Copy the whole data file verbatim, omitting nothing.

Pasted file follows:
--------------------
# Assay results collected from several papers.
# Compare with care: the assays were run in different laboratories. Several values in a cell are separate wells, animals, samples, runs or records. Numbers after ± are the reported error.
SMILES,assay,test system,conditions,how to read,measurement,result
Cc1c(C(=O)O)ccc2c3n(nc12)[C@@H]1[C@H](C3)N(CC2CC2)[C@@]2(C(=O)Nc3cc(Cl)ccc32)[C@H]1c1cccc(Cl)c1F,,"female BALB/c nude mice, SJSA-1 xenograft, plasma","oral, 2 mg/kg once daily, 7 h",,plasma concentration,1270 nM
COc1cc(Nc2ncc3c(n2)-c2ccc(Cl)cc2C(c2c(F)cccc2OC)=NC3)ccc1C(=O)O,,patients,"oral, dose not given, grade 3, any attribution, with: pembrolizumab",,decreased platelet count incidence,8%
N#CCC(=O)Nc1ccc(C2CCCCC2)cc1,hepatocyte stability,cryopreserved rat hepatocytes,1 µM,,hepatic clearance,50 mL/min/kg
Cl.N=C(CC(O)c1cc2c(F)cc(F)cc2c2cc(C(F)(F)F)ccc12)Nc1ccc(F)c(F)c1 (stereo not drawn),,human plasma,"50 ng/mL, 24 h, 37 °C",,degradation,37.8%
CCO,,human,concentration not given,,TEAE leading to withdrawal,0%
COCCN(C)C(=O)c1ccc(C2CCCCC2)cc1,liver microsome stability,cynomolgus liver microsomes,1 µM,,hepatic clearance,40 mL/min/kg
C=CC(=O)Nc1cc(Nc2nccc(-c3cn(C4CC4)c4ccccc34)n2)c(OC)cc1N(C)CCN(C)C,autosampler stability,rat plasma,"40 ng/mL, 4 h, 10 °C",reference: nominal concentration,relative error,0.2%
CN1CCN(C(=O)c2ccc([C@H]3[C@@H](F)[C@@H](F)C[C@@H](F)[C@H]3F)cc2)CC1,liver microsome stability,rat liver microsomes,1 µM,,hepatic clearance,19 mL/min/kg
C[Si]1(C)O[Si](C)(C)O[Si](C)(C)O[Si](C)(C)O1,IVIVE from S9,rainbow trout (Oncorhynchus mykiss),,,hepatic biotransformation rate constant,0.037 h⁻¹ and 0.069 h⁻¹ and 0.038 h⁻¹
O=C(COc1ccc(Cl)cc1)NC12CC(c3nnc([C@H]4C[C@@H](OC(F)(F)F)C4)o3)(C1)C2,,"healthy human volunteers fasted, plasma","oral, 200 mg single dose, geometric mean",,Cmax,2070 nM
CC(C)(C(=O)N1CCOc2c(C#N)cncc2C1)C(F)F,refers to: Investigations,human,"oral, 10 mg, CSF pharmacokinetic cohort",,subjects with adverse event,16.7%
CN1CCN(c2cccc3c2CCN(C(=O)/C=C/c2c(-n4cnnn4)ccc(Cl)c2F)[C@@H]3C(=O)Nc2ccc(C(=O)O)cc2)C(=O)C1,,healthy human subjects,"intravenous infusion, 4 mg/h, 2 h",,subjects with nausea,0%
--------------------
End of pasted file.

# Assay results collected from several papers.
# Compare with care: the assays were run in different laboratories. Several values in a cell are separate wells, animals, samples, runs or records. Numbers after ± are the reported error.
SMILES,assay,test system,conditions,how to read,measurement,result
Cc1c(C(=O)O)ccc2c3n(nc12)[C@@H]1[C@H](C3)N(CC2CC2)[C@@]2(C(=O)Nc3cc(Cl)ccc32)[C@H]1c1cccc(Cl)c1F,,"female BALB/c nude mice, SJSA-1 xenograft, plasma","oral, 2 mg/kg once daily, 7 h",,plasma concentration,1270 nM
COc1cc(Nc2ncc3c(n2)-c2ccc(Cl)cc2C(c2c(F)cccc2OC)=NC3)ccc1C(=O)O,,patients,"oral, dose not given, grade 3, any attribution, with: pembrolizumab",,decreased platelet count incidence,8%
N#CCC(=O)Nc1ccc(C2CCCCC2)cc1,hepatocyte stability,cryopreserved rat hepatocytes,1 µM,,hepatic clearance,50 mL/min/kg
Cl.N=C(CC(O)c1cc2c(F)cc(F)cc2c2cc(C(F)(F)F)ccc12)Nc1ccc(F)c(F)c1 (stereo not drawn),,human plasma,"50 ng/mL, 24 h, 37 °C",,degradation,37.8%
CCO,,human,concentration not given,,TEAE leading to withdrawal,0%
COCCN(C)C(=O)c1ccc(C2CCCCC2)cc1,liver microsome stability,cynomolgus liver microsomes,1 µM,,hepatic clearance,40 mL/min/kg
C=CC(=O)Nc1cc(Nc2nccc(-c3cn(C4CC4)c4ccccc34)n2)c(OC)cc1N(C)CCN(C)C,autosampler stability,rat plasma,"40 ng/mL, 4 h, 10 °C",reference: nominal concentration,relative error,0.2%
CN1CCN(C(=O)c2ccc([C@H]3[C@@H](F)[C@@H](F)C[C@@H](F)[C@H]3F)cc2)CC1,liver microsome stability,rat liver microsomes,1 µM,,hepatic clearance,19 mL/min/kg
C[Si]1(C)O[Si](C)(C)O[Si](C)(C)O[Si](C)(C)O1,IVIVE from S9,rainbow trout (Oncorhynchus mykiss),,,hepatic biotransformation rate constant,0.037 h⁻¹ and 0.069 h⁻¹ and 0.038 h⁻¹
O=C(COc1ccc(Cl)cc1)NC12CC(c3nnc([C@H]4C[C@@H](OC(F)(F)F)C4)o3)(C1)C2,,"healthy human volunteers fasted, plasma","oral, 200 mg single dose, geometric mean",,Cmax,2070 nM
CC(C)(C(=O)N1CCOc2c(C#N)cncc2C1)C(F)F,refers to: Investigations,human,"oral, 10 mg, CSF pharmacokinetic cohort",,subjects with adverse event,16.7%
CN1CCN(c2cccc3c2CCN(C(=O)/C=C/c2c(-n4cnnn4)ccc(Cl)c2F)[C@@H]3C(=O)Nc2ccc(C(=O)O)cc2)C(=O)C1,,healthy human subjects,"intravenous infusion, 4 mg/h, 2 h",,subjects with nausea,0%